Video Game Voice Actors' Union (SAG-AFTRA) Strike

On October 21st, 2016, SAG-AFTRA, the union that supports video game voice and motion capture actors, went on strike against 11 American video game developers and publishers. Contract renegotiations, underway since February, 2015, had failed, and union members voted to authorize a strike by a margin of 96% in October of 2015.  At stake are the issues of residuals or secondary payments for successful games, protections to mitigate against vocal stress and injury, and increased transparency from games companies about the titles actors would be contributing to before contracts are signed.

Official SAG-AFTRA Union Communication

Video Game Companies' Initial Proposal

Public discussions about the strike on Twitter can be found under the hashtags #PerformanceMatters and #Iamonboard2015.

The strike has implications for the larger game development community, particularly the contentious issue of 'residuals', as it's framed by games companies, or 'secondary compensation', as it's framed by the union. The union is asking for bonus payments for its members when a game sells 2 million copies, or reaches 2 million unique subscribers. Developers, currently without a union, do not receive such payments for their work on a game, despite their longer-term involvement in its production. As such, if this demand is achieved it could set a precedent for developers to make similar requests.

A strong overview of these intersections across worker communities can be found here:

Responses from the video game voice actors community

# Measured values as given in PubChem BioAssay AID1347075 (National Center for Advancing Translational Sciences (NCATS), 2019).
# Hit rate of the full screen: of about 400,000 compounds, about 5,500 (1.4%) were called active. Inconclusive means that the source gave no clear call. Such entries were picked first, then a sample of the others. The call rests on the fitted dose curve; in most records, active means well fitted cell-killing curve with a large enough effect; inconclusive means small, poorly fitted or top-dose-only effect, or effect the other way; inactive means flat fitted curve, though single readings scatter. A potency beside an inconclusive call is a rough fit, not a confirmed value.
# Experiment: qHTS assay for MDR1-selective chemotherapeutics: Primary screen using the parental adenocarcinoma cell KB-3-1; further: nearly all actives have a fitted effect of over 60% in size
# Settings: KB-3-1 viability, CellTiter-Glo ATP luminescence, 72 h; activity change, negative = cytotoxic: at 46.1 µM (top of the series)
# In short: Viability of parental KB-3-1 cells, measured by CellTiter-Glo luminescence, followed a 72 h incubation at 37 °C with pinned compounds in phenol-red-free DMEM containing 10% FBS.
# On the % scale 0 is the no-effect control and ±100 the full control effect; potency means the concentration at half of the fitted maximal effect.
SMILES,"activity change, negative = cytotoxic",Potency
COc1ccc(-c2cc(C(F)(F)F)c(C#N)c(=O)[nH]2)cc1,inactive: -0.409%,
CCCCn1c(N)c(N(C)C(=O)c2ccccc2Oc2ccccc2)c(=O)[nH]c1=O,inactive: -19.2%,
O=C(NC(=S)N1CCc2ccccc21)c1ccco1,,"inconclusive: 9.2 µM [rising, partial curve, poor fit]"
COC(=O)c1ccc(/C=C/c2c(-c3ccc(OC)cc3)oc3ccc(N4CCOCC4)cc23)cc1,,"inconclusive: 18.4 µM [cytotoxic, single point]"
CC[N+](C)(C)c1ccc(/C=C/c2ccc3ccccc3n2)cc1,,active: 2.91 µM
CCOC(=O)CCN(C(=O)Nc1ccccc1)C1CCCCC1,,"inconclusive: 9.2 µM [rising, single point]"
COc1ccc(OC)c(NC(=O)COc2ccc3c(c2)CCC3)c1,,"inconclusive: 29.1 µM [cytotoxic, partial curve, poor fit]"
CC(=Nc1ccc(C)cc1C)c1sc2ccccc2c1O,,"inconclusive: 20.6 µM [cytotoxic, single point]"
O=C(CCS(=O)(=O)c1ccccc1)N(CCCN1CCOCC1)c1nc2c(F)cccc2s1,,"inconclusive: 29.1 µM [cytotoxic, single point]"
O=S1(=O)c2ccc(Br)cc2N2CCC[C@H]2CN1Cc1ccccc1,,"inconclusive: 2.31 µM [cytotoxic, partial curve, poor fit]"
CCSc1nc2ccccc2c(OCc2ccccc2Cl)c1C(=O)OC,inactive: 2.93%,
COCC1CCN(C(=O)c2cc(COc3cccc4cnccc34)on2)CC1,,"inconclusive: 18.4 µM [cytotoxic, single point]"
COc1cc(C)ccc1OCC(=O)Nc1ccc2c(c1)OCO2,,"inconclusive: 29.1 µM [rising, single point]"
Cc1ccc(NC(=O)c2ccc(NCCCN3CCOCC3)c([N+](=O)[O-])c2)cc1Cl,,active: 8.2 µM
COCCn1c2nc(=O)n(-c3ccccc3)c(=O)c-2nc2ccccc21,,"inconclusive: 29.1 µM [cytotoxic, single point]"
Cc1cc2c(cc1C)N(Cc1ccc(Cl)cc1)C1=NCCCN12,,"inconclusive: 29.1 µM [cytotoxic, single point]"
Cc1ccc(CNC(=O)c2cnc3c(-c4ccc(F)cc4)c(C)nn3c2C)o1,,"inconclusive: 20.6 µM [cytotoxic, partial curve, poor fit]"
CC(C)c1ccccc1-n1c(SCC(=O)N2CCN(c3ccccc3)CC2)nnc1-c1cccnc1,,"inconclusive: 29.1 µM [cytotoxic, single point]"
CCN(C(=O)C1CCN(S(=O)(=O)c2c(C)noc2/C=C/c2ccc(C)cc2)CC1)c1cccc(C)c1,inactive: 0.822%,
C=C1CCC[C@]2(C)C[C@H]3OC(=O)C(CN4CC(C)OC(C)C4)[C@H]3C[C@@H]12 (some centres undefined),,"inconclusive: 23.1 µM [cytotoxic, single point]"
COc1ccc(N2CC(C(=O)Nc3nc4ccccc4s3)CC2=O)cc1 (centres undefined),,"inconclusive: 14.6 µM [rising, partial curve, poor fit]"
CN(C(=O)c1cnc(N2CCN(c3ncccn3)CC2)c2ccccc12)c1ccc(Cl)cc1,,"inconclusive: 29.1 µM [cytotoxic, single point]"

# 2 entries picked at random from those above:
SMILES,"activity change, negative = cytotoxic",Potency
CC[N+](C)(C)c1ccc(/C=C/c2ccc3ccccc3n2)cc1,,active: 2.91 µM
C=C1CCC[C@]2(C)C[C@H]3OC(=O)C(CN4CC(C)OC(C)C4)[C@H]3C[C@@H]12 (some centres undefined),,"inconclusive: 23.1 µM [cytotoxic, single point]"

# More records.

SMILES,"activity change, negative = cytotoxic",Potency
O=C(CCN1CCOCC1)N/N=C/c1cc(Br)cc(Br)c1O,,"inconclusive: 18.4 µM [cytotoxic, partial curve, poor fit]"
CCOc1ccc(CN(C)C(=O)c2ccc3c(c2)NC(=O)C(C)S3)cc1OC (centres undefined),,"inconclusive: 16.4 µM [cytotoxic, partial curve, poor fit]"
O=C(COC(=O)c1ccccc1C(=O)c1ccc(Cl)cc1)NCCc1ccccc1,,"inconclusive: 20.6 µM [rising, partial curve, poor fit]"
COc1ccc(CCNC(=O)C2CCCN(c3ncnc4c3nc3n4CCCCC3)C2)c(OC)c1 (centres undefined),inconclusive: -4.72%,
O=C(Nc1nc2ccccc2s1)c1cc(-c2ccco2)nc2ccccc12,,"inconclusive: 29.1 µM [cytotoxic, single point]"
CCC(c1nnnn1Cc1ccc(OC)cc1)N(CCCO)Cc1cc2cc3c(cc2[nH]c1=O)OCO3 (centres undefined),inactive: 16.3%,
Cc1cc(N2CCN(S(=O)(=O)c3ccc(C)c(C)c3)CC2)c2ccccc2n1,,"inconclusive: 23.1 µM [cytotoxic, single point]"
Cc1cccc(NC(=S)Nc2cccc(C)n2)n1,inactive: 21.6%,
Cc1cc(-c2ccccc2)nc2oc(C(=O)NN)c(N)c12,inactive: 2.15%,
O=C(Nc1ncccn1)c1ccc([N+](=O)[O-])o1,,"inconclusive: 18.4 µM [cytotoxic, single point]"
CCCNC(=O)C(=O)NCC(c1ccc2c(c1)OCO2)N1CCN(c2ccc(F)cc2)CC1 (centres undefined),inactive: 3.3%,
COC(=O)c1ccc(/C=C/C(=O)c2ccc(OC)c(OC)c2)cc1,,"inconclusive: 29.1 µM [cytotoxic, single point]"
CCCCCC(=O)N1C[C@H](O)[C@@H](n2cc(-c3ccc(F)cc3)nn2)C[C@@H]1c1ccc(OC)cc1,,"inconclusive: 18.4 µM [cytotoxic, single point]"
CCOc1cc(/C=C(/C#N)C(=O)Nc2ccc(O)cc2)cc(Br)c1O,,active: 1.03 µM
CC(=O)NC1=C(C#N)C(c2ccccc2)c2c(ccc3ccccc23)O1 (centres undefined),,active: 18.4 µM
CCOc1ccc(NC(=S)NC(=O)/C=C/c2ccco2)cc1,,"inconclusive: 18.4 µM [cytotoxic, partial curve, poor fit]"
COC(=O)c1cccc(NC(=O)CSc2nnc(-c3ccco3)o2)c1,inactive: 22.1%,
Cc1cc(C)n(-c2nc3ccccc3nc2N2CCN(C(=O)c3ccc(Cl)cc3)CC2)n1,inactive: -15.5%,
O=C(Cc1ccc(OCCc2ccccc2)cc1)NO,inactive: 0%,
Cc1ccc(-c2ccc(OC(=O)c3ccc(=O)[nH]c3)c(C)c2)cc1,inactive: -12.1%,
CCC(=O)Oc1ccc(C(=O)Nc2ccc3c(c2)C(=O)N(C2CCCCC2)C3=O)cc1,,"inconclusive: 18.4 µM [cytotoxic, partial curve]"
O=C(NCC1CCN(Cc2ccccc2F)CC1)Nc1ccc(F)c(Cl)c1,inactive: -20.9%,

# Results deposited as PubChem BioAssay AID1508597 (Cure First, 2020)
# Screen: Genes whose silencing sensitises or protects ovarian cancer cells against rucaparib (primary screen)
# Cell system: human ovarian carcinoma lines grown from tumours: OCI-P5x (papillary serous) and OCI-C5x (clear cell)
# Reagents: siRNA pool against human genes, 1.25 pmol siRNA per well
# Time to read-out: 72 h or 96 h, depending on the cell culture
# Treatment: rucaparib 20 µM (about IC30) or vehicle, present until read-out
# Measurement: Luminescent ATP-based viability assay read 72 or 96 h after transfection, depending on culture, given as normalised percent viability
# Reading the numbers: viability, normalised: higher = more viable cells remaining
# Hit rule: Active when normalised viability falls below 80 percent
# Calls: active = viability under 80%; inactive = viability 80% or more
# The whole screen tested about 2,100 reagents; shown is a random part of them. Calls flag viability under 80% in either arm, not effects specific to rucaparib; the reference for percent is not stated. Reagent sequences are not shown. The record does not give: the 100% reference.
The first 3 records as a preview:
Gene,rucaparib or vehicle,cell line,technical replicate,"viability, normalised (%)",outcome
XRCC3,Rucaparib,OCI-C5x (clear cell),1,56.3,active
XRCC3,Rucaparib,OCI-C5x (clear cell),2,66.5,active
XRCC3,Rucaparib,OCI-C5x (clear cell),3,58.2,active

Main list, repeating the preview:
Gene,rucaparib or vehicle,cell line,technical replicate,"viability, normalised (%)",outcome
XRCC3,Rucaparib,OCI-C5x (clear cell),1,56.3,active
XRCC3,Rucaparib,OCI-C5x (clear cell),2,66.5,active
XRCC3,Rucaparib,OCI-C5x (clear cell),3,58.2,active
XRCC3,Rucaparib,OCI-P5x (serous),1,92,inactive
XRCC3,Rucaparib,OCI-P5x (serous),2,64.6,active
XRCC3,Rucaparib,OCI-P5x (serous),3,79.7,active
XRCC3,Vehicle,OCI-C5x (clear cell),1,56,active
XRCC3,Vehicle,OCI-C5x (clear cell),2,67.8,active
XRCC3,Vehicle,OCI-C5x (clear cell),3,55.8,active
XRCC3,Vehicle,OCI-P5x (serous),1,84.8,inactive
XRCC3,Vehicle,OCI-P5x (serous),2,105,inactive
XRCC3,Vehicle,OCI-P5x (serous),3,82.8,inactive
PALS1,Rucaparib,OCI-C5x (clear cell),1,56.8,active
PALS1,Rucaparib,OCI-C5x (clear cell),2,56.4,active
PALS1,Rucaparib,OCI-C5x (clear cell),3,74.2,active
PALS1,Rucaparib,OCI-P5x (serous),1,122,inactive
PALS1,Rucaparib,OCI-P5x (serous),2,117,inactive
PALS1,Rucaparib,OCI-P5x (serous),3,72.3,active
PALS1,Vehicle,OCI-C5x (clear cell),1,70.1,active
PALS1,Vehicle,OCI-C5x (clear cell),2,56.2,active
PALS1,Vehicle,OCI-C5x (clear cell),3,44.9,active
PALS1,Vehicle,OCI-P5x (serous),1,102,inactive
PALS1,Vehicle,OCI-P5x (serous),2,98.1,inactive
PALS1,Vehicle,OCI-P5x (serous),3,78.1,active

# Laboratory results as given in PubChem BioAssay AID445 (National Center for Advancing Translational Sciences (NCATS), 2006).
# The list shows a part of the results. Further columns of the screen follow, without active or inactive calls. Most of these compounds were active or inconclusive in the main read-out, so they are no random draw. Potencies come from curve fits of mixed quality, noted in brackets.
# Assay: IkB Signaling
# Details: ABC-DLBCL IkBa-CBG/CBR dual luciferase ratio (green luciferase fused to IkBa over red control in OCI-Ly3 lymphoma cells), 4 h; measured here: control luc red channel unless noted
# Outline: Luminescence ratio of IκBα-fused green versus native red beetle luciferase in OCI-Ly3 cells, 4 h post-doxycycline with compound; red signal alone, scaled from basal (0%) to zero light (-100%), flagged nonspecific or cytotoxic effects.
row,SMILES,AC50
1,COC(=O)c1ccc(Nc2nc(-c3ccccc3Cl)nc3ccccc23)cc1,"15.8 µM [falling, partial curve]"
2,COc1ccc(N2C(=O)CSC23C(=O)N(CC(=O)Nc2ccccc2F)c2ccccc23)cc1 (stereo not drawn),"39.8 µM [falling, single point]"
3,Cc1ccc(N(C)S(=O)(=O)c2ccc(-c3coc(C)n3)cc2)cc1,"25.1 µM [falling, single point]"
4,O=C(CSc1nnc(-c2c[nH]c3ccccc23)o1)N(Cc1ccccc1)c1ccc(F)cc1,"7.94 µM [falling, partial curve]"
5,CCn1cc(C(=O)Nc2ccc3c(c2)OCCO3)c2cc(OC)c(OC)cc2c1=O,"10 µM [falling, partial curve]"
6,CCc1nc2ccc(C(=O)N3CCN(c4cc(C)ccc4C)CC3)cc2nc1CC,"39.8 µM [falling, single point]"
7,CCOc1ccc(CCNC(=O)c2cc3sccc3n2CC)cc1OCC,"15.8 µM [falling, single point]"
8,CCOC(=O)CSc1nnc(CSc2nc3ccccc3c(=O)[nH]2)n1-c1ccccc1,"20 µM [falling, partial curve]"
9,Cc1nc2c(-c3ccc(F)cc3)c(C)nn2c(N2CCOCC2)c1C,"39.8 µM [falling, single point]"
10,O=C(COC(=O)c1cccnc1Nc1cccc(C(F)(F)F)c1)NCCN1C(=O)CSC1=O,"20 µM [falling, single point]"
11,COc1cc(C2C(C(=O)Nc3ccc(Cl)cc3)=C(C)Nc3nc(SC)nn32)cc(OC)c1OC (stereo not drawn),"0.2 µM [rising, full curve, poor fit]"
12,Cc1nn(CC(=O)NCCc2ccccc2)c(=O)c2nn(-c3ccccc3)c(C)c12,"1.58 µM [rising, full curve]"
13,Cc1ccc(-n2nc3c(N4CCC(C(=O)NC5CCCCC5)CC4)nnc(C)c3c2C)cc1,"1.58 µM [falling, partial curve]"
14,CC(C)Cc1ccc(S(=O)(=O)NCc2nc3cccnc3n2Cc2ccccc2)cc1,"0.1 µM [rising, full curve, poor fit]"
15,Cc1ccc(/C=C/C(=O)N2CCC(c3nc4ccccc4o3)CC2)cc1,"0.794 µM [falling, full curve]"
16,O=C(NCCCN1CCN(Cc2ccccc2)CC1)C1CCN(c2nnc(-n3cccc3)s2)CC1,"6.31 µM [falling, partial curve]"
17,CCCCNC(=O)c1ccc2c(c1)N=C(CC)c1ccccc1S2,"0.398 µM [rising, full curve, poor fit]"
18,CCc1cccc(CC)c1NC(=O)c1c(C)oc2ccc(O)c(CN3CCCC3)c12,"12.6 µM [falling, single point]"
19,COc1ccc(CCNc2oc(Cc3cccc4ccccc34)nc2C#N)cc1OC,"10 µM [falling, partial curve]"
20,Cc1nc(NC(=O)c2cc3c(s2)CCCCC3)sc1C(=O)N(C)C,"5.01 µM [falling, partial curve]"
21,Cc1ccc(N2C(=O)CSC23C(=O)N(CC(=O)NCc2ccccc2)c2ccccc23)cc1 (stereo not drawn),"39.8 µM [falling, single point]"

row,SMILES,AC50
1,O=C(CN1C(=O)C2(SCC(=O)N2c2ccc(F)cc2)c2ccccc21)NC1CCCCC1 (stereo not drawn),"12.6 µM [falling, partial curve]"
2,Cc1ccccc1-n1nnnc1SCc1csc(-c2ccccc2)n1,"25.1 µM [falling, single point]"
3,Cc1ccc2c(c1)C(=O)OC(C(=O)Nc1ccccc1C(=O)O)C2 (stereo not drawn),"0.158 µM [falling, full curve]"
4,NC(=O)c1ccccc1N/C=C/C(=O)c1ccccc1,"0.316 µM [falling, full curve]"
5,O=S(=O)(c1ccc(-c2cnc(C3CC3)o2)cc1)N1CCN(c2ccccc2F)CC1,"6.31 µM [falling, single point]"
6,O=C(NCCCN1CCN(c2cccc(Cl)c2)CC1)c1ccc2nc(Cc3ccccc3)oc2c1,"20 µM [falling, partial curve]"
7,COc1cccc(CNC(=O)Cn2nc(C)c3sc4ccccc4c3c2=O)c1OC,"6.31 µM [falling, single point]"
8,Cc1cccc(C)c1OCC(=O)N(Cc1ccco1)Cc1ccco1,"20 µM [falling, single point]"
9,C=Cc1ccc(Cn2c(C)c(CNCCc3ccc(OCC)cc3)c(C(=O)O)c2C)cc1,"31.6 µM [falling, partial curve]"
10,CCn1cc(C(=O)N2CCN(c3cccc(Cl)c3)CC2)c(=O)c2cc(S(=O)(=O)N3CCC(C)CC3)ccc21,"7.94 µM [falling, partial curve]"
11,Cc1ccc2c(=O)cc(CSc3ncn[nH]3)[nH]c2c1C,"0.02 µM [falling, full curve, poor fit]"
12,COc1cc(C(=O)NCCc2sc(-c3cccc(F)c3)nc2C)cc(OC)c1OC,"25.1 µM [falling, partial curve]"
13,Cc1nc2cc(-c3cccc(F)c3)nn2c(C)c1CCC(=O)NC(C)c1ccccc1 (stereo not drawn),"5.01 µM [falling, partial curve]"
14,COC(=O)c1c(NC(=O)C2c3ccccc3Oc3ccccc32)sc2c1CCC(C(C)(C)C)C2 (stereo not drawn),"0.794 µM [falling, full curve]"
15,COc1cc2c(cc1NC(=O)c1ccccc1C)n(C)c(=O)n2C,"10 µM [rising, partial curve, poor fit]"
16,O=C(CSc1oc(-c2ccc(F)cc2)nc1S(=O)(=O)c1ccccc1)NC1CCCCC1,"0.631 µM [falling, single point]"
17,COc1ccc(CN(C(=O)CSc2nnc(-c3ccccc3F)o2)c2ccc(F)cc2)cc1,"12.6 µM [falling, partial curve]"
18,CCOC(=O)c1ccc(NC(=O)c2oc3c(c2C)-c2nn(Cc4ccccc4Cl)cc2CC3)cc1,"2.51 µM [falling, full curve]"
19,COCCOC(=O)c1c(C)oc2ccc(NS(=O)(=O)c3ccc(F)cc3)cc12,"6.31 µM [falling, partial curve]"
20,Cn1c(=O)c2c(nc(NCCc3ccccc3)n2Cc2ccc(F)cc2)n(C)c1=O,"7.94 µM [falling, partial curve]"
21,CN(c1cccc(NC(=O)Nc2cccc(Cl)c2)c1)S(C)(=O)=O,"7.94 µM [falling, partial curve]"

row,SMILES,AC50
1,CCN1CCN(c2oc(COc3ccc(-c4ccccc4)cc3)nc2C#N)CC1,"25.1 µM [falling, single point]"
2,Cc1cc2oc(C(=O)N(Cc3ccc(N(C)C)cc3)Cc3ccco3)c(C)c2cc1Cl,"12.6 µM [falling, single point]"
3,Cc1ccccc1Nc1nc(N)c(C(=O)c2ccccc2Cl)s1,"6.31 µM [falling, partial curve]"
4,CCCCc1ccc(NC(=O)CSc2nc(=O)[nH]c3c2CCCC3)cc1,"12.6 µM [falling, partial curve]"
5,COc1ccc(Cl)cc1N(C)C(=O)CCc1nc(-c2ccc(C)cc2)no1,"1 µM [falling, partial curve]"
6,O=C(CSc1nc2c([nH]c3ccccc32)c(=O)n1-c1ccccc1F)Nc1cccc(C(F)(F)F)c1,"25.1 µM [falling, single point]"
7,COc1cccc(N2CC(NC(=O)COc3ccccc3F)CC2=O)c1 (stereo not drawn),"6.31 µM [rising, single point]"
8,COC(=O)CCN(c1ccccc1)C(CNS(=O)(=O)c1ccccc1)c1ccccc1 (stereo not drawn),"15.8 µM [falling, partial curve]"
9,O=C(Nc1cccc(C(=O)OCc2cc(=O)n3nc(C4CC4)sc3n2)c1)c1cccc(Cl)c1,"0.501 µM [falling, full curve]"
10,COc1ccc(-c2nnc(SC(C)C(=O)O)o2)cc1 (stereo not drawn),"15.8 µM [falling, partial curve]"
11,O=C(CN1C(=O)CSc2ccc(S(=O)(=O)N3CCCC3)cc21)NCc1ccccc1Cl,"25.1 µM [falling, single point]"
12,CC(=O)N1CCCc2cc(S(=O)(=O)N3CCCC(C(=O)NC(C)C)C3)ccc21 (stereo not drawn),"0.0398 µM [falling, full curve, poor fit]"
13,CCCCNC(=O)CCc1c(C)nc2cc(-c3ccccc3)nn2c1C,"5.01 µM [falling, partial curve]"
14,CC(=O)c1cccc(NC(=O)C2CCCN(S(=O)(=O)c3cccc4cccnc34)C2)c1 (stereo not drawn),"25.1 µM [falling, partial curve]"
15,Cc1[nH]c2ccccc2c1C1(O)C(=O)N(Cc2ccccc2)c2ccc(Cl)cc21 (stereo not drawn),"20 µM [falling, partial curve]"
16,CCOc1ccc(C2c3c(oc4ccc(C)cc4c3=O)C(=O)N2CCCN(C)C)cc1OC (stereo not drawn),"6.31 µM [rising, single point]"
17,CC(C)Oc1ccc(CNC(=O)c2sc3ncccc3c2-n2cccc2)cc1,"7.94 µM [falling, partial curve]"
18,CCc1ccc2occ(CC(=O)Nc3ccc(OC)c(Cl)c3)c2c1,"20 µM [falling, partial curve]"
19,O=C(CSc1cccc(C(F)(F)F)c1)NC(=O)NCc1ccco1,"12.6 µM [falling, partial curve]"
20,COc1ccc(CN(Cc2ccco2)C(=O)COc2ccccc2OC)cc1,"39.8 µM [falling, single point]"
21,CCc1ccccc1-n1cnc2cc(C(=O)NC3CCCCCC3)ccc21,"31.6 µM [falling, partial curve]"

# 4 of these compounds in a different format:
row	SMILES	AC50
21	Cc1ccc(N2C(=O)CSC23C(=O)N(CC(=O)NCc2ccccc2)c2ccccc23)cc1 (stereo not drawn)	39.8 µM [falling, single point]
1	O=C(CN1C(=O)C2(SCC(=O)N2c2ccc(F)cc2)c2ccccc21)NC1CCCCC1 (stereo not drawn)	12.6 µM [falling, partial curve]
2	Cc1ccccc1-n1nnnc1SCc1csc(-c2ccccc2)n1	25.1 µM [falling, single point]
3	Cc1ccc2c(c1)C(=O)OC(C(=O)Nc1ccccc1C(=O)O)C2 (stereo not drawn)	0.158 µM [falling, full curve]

Commentary prior to strike vote in October 2015

As of October 2016, games companies and union members had agreed to terms that included an immediate 9% pay increase for actors.  The union, however, rejected this because the deal failed to address the other concerns, in particular, the issue of residuals or secondary compensation. As of October, 2016 workers were on strike.

Management was particularly frustrated with union representatives for not bringing the offer to members for a vote. There are reports of games companies launching a website,, to discredit union leadership and drive a wedge between members and the bargaining team. This website has since been taken down, but reports of it can be found at the links below:

General commentary after SAG-AFTRA announces 'interactive strike' and strike begins in October, 2016

Video games have long production schedules and as a result the impact of the strike on specific AAA titles is not expected to be felt immediately. Union representatives expect that the strike will be long. As of April 23, 2017 the strike has been ongoing for 183 days, and is now the longest strike in the history of the Screen Actors Guild.

A report from Playstation Lifestyle states that some games companies have agreed to the terms of secondary compensation or residuals, although it suggests that AAA are refusing to budge.

Reports as of June 9th, 2017 suggest that both SAG-AFTRA and games companies are willing to return to the bargaining table after eight months of striking.